In an important corporate governance ruling, the Singapore High Court held that a company director abdicated his responsibilities by never asking to see a significant draft corporate announcement before it was released to the public and was quite content to delegate his responsibilities to another director. Moreover, he was either indifferent to his wider responsibilities or failed to appreciate them. The court ordered that the director be disqualified from taking part in the management of any company for a period of two years. It would never be sufficient or acceptable for a director to say that he expected his co-directors to do “right” by the company, said the court. Every director has to ensure that he discharges his responsibilities with due diligence in all pertinent matters. Therefore, any reliance on professionals or any reliance placed on “specialized” directors must be balanced against the responsibility that the law placed upon every individual director to bring to bear their own judgment in evaluating the advice received. Directors cannot adopt a silo approach and invariably seek shelter behind other “specialized” directors on the notion of reliance. How this responsibility ought to be discharged in any particular case would be a question of fact.
The court said that the disqualification regime is predominantly protective in nature. The statutory policy therefore appears to be that disqualification orders ought to be generally imposed to protect the public from individuals who are shown to be unworthy of being privileged with the protective shield of corporate autonomy. In other words, the disqualification regime serves to protect the public from abuses of the limited liability privilege.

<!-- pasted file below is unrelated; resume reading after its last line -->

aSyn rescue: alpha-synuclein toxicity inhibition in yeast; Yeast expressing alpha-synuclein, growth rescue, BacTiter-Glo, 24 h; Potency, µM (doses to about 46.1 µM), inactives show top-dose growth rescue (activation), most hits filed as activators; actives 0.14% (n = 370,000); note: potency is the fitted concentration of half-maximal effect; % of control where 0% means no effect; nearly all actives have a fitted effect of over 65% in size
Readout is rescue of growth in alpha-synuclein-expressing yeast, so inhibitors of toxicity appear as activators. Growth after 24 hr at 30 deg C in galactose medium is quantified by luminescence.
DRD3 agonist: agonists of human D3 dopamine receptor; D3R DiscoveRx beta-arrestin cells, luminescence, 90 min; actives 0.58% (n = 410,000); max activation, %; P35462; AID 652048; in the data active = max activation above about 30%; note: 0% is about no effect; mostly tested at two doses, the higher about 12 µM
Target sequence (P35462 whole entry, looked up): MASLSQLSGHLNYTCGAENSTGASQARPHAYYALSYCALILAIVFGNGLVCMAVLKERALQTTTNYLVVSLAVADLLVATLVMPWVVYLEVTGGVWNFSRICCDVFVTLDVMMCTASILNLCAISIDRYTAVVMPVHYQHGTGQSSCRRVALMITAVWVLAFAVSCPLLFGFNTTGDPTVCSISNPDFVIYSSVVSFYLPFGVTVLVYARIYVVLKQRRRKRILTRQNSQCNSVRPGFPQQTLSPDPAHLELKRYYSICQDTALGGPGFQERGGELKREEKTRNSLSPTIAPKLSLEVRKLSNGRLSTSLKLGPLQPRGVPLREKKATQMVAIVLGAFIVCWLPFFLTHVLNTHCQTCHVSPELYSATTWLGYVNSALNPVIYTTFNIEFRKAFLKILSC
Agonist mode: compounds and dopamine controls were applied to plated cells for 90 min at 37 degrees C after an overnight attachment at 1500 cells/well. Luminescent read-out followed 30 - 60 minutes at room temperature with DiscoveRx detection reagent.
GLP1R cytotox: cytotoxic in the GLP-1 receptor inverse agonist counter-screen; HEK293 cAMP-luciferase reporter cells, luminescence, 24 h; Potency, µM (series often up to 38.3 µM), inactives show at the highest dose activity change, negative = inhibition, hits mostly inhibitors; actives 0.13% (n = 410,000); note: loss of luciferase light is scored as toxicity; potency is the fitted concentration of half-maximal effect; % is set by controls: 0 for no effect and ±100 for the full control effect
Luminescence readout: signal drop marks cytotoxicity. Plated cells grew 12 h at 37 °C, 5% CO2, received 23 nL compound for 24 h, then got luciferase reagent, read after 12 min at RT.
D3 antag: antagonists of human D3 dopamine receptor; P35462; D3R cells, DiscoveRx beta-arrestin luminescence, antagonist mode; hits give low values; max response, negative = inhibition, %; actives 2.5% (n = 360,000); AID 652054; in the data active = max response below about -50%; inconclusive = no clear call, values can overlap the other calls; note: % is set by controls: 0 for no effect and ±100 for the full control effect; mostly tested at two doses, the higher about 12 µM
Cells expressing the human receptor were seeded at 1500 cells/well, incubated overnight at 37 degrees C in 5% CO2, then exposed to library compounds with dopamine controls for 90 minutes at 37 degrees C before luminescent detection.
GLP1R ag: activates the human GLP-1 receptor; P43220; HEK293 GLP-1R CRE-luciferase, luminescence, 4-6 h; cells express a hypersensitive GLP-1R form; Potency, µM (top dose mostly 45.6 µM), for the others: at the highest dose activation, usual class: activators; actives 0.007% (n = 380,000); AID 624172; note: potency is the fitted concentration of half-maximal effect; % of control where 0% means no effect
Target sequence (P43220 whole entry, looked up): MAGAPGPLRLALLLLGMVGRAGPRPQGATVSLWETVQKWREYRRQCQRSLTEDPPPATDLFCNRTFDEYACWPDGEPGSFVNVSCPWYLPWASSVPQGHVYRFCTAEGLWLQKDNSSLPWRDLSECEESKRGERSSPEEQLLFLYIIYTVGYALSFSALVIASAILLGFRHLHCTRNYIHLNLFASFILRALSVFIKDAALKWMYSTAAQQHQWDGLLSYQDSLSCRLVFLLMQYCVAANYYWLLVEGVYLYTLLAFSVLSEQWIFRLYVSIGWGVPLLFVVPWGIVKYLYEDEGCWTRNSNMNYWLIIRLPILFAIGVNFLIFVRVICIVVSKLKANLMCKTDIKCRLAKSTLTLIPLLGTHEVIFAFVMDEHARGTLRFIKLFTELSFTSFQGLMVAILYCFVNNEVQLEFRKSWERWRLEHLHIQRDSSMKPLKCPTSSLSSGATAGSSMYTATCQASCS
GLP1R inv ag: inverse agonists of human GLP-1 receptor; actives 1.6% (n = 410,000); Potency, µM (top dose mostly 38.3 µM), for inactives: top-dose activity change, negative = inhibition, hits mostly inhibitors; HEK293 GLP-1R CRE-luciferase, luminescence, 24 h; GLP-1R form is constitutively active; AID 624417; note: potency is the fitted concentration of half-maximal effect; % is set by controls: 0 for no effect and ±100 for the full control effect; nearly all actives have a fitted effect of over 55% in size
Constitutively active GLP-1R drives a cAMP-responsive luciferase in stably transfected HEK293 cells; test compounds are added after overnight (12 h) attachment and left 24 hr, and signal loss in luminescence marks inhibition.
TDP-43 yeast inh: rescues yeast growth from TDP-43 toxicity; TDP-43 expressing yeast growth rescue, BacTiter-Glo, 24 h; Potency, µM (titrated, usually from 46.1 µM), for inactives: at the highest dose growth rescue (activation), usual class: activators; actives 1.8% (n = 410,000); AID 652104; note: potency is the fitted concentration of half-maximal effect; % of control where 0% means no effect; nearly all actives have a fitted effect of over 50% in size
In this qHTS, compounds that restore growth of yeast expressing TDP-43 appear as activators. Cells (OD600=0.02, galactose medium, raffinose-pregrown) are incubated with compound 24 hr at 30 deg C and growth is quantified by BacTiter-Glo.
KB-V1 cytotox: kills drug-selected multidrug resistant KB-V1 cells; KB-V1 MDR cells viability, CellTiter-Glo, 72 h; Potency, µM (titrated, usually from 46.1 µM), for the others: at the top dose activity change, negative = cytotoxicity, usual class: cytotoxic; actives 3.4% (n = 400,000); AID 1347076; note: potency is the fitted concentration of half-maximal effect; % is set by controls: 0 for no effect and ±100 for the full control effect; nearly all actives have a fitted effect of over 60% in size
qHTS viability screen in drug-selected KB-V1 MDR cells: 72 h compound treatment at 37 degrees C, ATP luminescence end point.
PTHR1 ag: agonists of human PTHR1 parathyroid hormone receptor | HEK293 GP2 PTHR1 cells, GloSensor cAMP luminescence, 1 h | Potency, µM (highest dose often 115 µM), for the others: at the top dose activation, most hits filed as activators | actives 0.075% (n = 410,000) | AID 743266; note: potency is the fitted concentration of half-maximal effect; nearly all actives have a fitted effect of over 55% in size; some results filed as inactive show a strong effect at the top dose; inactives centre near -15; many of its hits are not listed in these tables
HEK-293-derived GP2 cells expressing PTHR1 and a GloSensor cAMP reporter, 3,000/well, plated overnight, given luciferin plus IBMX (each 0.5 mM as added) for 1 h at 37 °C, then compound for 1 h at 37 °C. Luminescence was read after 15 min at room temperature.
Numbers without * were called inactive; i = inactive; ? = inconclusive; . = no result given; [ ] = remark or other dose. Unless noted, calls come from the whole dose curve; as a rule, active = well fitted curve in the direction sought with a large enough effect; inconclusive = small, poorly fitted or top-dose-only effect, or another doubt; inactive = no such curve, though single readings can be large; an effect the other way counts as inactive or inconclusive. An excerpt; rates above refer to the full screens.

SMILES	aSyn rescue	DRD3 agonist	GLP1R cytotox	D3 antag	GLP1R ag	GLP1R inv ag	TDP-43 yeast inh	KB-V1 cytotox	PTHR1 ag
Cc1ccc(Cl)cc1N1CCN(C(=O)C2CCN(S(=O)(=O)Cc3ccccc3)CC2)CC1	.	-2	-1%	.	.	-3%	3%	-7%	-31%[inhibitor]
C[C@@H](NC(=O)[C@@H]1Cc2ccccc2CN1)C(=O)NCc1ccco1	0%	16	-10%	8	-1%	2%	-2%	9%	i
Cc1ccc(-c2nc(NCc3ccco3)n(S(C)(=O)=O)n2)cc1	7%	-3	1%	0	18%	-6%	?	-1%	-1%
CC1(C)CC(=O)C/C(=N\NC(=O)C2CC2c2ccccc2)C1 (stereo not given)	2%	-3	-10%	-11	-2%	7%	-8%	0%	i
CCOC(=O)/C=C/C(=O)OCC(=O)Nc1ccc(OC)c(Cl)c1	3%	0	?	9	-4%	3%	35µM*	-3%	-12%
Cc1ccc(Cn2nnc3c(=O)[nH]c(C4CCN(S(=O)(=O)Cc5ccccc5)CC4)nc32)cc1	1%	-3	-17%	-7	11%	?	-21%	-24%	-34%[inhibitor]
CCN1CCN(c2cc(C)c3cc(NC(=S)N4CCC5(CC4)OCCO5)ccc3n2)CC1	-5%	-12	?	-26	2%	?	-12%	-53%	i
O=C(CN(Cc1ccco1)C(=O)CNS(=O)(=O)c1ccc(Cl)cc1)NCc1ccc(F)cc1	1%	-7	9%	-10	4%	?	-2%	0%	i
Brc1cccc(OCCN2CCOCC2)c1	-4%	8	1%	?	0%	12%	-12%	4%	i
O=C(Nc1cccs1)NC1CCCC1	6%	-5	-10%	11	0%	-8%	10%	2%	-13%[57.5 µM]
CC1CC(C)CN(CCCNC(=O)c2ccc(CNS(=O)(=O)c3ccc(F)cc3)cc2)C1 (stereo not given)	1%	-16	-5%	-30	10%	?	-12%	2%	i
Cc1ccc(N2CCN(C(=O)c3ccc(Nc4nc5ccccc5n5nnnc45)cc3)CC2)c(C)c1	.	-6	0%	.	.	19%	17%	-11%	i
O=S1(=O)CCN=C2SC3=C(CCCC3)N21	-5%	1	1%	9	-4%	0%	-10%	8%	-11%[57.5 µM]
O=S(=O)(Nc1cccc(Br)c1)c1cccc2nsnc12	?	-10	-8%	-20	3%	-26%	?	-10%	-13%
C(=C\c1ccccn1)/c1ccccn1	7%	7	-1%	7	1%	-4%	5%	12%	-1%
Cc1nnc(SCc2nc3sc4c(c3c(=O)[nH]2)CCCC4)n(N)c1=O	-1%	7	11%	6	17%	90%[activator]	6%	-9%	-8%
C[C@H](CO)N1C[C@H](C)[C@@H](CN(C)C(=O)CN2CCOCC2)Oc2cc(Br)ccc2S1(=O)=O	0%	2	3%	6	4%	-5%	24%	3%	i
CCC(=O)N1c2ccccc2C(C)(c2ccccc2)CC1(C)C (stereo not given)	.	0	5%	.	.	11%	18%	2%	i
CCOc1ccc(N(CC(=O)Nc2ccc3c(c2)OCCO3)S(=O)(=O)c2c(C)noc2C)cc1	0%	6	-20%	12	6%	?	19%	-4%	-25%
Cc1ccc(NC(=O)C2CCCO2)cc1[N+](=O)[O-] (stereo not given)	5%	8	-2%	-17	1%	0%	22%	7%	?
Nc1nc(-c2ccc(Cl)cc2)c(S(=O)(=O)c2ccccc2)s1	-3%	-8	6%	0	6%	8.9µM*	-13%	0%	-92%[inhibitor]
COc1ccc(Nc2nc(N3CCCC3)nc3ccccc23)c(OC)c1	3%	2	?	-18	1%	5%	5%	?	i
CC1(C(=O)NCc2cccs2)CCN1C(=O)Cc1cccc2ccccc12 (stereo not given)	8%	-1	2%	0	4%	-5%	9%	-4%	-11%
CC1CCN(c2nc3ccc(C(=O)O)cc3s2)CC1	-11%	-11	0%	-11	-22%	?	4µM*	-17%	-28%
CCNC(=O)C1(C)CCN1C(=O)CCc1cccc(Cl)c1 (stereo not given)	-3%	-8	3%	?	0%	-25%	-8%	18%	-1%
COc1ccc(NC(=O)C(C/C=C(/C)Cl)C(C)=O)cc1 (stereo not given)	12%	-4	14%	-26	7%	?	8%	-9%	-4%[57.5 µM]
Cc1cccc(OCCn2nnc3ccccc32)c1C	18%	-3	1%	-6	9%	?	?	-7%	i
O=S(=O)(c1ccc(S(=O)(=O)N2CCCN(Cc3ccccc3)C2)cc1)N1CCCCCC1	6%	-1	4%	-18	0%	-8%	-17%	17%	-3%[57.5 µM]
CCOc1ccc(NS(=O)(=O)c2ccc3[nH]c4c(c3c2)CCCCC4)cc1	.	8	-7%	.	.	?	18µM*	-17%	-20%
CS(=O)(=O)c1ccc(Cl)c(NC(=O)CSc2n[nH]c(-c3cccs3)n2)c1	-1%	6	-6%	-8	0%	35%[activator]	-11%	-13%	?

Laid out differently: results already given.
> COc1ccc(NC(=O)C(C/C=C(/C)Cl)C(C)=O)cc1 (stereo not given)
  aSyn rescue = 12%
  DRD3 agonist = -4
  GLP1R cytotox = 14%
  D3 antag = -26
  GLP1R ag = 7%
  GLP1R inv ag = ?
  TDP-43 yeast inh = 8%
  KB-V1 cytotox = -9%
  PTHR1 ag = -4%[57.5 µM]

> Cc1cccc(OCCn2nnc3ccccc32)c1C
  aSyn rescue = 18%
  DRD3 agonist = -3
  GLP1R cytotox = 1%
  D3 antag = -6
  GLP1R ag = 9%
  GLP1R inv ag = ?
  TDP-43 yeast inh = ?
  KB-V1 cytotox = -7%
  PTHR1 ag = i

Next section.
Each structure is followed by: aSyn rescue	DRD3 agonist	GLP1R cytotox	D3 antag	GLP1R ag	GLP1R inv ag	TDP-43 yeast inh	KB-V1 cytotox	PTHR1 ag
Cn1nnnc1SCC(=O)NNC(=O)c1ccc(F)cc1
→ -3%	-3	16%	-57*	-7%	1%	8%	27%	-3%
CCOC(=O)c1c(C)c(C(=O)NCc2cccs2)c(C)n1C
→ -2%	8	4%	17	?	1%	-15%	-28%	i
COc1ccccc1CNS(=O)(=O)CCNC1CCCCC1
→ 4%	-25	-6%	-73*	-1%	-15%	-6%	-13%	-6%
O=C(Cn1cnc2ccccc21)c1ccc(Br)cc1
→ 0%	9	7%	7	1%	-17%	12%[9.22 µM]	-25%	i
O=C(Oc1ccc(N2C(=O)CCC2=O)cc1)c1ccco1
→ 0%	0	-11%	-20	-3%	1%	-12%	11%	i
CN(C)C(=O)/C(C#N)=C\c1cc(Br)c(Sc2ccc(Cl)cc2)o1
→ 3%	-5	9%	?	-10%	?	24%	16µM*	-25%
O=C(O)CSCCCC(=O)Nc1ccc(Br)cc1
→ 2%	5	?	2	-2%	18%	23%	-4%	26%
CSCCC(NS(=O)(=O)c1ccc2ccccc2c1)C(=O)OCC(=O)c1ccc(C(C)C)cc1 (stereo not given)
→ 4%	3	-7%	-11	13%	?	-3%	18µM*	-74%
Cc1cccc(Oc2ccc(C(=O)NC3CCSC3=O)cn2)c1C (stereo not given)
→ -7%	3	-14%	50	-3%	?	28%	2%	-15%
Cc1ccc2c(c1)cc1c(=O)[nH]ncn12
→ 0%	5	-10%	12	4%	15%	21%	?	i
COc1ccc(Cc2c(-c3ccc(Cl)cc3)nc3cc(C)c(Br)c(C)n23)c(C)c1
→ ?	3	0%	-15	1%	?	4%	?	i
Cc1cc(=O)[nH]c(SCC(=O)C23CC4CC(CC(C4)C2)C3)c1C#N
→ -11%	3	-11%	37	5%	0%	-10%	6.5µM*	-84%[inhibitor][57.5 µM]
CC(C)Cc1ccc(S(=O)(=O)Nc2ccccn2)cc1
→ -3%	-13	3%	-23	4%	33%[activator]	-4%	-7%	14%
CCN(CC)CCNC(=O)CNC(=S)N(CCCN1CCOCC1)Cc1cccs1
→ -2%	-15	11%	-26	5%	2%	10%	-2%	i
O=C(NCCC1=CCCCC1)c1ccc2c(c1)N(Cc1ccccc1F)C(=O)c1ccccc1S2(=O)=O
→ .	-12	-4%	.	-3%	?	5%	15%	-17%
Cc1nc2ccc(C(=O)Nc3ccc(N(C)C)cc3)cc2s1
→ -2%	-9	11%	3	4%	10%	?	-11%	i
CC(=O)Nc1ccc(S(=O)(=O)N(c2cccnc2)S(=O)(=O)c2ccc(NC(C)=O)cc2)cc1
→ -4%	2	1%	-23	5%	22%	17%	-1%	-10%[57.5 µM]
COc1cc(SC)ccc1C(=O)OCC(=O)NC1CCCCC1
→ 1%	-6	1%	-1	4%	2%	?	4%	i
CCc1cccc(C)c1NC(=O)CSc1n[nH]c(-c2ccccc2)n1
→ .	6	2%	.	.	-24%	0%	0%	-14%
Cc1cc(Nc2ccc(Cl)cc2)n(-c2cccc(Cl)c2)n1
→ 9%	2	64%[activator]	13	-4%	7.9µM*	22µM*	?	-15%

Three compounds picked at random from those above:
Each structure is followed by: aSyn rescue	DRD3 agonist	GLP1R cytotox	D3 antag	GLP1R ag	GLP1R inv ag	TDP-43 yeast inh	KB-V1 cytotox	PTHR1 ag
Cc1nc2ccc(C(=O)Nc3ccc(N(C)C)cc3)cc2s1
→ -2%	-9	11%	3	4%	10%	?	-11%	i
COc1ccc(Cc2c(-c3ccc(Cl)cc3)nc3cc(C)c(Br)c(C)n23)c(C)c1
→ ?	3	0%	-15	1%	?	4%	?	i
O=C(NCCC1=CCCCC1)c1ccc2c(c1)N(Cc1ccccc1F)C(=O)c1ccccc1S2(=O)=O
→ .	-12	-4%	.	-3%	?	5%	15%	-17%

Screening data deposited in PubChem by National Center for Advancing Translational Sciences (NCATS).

The court emphasized that all directors must discharge an obligation of utmost candor to the shareholders and other stakeholders. It would have been imprudent. said the court, to accept the director's contention that he relied on another director’s responsibility of handling the public announcement. The director contended that his breach of statutory duty could be mitigated by the fact that the making of the public announcement was a legal issue to be handled by the lawyers sitting on the Board. While the court accepted that there are of course limits to the extent of knowledge and expertise a director may be expected to have, and that some reliance may be placed on the advice given by professionals, each director of a listed company has a solemn and non-delegable duty of due diligence to ensure compliance with market rules and practices.